White people, I’m begging you.
Before you respond to a #BlackLivesMatter hash tag with #AllLivesMatter. Before you type “Not All Cops” in response to someone’s anger toward our law enforcement. Before you explain what the victim “should have” done in order to protect their own life. White people, I implore you. Please just pause, and breathe.
Pause and think about what these statements make you feel. Does reading Black Lives Matter make you feel as though your own life does not? Does frustration over the actions of our police force call to mind other officers, whom you believe aren’t deserving of such judgment? Does the violence inflicted upon our Black citizens appear to be so senseless, so rampant, that you believe there simply must be a logical justification for it: the officer must have feared for their life or the victim must have somehow acted out of line?
White people, please first take a moment and know this: our lives matter—this is reinforced in our society every day. And no, being a cop does not inherently make a person bad or corrupt. And yes, the violence being inflicted upon people of color in our society may appear senseless, and it is occurring at rates that are appalling.
Knowing that, please also consider this.
Uplifting one group does not mean suppressing another. Uplifting Black Americans, does not mean suppressing White Americans. If we believe that All Lives Matter, then it is time for us to take diligent note of which lives are not being treated as such, and come to their defense. “Black Lives Matter” is not meant to imply that they matter more than other lives; it is meant to acknowledge that they matter, too.
It would be an oversimplification of a much larger system to label officers “good cops” and “bad cops”. Of course there are cops who do their best to protect and serve. There are also cops who are ineffectively trained; who operate on cultural assumptions of Black people being intrinsically more dangerous and then allow their fear to take hold; who treat suspects differently based on appearance and thus give different lives dissimilar value.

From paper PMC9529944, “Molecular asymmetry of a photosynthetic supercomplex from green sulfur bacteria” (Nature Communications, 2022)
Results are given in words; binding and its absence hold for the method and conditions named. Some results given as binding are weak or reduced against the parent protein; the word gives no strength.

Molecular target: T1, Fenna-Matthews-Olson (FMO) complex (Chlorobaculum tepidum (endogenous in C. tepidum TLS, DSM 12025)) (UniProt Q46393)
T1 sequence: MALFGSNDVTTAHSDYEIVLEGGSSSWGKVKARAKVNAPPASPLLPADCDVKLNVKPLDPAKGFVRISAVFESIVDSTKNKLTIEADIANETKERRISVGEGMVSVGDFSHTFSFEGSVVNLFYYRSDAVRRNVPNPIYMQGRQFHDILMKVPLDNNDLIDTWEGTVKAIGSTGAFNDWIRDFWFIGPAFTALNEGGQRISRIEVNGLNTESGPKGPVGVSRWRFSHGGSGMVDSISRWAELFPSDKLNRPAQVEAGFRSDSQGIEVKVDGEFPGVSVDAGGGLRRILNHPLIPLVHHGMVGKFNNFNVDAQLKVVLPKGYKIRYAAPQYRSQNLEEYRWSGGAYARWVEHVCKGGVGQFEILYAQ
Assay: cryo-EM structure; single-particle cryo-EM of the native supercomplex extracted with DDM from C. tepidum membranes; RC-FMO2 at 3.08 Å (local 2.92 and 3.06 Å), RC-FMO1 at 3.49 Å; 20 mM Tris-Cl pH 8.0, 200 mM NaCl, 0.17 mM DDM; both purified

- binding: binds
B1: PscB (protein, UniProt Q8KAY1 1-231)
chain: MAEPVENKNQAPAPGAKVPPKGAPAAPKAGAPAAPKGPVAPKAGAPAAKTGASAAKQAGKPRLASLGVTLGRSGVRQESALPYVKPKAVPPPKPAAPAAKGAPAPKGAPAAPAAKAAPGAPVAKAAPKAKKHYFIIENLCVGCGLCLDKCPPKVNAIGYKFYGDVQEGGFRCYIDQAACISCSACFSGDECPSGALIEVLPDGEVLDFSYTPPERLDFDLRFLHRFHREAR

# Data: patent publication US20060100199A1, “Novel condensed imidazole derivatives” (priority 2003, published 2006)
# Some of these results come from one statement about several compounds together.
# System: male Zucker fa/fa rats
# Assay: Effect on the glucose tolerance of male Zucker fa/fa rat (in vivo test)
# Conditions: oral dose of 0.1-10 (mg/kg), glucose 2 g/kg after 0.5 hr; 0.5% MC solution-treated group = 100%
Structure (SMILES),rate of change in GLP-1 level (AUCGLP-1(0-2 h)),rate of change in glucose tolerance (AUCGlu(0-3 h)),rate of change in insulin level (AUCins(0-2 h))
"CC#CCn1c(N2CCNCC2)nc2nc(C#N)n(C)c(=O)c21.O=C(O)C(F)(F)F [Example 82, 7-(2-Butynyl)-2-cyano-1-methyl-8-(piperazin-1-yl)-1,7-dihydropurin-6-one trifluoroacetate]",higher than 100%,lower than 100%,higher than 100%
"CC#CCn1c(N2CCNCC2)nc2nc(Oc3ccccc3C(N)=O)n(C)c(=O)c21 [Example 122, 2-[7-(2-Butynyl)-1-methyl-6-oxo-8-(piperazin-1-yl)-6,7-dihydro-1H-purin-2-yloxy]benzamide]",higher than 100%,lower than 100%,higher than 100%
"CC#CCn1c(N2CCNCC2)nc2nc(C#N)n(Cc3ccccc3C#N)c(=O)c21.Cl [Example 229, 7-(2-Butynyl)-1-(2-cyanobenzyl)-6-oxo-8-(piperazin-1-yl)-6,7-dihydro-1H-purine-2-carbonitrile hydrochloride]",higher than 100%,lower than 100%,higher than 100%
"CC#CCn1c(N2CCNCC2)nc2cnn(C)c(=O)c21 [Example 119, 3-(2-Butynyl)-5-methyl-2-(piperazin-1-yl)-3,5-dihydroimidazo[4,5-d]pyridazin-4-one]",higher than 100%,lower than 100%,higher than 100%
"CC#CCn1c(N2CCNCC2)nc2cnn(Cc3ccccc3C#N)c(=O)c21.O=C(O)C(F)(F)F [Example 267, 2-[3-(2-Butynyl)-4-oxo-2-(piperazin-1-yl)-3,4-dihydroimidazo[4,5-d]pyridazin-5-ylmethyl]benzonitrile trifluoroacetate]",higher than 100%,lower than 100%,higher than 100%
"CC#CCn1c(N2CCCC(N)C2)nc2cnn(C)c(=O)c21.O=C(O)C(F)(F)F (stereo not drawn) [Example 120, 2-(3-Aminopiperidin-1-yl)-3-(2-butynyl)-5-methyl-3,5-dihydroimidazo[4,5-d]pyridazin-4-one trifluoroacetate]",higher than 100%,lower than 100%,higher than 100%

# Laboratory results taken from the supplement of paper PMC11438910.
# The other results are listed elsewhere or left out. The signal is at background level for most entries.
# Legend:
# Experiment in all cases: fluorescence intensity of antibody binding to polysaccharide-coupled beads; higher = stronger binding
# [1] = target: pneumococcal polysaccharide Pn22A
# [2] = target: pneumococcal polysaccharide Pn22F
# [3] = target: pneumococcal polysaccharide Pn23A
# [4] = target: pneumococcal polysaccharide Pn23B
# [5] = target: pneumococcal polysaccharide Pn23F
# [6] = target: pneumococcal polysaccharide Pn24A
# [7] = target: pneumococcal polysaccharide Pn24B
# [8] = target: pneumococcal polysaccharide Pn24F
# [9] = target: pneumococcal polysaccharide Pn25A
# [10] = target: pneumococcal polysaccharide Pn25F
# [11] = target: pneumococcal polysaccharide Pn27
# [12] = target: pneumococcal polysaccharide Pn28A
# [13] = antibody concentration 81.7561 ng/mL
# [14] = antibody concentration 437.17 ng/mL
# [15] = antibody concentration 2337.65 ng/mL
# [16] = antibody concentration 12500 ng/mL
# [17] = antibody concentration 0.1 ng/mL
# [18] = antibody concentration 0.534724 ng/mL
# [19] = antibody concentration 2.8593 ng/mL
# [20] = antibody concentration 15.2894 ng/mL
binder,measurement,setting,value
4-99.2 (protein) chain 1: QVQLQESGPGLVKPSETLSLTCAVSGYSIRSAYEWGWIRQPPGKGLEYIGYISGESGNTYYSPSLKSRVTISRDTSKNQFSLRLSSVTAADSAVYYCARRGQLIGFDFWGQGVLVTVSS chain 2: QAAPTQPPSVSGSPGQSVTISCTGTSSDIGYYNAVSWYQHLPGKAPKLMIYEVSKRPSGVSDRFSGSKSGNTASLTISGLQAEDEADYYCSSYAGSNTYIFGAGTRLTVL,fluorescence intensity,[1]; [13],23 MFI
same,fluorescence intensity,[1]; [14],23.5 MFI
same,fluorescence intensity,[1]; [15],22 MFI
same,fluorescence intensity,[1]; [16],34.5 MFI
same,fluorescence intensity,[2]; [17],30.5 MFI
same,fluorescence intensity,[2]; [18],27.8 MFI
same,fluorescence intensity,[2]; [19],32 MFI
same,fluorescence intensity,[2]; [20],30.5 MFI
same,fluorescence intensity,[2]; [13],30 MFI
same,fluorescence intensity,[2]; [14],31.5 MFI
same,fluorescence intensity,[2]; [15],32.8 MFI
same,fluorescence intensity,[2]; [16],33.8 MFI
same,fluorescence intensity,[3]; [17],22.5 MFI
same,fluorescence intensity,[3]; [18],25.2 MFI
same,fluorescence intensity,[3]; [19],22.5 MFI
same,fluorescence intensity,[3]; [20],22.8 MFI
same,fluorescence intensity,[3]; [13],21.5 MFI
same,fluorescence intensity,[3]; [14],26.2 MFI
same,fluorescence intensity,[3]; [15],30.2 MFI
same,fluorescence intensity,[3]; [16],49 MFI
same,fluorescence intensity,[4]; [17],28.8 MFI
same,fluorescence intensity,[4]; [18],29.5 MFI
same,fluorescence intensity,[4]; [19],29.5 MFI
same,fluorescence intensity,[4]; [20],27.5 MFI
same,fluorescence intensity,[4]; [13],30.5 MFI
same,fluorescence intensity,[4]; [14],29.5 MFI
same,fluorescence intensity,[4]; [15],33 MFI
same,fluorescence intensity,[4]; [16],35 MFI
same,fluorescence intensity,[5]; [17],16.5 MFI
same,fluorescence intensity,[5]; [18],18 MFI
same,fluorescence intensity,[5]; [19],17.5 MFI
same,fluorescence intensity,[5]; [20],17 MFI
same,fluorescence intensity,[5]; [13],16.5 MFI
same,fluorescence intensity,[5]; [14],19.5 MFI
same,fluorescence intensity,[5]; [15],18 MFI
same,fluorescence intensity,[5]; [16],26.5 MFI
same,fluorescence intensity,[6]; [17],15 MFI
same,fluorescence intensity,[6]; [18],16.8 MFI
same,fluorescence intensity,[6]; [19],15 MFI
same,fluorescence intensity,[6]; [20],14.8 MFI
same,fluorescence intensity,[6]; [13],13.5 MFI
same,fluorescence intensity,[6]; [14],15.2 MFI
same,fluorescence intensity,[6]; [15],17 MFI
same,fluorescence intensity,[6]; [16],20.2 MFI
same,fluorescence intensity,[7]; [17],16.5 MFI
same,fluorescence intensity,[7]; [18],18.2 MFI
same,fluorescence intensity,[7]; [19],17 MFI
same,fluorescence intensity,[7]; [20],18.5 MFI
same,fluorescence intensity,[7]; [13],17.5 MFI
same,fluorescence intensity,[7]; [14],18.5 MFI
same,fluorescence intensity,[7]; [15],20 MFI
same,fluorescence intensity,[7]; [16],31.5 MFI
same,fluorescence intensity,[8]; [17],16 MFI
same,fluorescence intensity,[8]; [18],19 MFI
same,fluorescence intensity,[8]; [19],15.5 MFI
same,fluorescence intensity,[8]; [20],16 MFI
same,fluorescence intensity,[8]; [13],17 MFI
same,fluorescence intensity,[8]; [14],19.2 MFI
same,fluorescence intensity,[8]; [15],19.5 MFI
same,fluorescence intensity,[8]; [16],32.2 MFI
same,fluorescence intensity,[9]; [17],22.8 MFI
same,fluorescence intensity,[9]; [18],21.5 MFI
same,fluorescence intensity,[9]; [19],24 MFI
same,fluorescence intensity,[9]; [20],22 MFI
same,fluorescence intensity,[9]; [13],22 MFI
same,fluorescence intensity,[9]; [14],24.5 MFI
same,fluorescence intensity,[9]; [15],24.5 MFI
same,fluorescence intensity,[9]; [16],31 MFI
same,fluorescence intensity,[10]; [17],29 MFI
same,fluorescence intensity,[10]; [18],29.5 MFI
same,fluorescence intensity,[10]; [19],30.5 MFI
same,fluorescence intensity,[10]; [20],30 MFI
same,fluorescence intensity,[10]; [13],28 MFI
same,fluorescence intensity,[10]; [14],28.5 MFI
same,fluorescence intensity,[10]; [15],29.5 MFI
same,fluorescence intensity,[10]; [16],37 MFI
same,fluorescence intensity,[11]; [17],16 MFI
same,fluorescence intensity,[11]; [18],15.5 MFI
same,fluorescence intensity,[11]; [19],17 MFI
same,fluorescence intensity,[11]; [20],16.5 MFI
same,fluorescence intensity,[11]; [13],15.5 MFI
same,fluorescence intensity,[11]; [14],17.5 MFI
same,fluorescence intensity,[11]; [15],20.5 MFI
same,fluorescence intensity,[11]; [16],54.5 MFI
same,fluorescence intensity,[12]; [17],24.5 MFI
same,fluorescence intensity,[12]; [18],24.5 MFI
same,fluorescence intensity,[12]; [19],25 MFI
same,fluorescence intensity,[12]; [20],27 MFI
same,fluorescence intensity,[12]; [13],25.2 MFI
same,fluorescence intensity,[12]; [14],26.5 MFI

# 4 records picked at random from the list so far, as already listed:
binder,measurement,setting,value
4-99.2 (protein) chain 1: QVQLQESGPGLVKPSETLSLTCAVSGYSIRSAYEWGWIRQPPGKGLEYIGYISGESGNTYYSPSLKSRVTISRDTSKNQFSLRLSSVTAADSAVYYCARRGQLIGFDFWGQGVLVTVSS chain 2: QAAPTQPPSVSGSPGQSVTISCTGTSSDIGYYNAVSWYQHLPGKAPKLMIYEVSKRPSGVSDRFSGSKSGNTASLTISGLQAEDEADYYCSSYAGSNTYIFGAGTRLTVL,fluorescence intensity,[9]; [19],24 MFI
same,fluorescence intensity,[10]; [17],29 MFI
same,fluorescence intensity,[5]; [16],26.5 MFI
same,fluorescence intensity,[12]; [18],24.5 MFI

The violence we’re witnessing is atrocious. It is frequent, and it is horrifying. But it is not senseless. It has the foundation of centuries of oppression, much of which we’re allowed to be blissfully unaware of, because it has been understated if stated at all in our history books, and it is not something we have to personally experience in the present. We must actively educate ourselves on the experiences that are not our own. Just because it’s not happening to us, does not mean that it’s not happening.
Every time the media runs headlines suggesting that the deceased was responsible for their own death; every time the victim’s mugshot photo is circulated rather than their graduation photo; every time it is insinuated that the suspect was “no angel” but rather a dangerous criminal deserving of punishment or death; and every time we dehumanize a person in order to make their murder seem more acceptable: we, White people, are being tricked into supporting a murder. We are allowing ourselves to be deceived, and we are being encouraged to pit ourselves against one another.
This brutality is sickening, and it is horribly sad. Further dividing ourselves is not the way to end the violence; understanding, awareness and compassion are. If this is all baffling; if it seems unfathomable that race-related violence could still be occurring in this day and age; if we find it difficult to even understand another perspective because it is not our own—then it is our duty to educate ourselves, and to LISTEN to those whose world view is different from ours. It is our responsibility to open our eyes to what is happening, and it is within our power to help end it.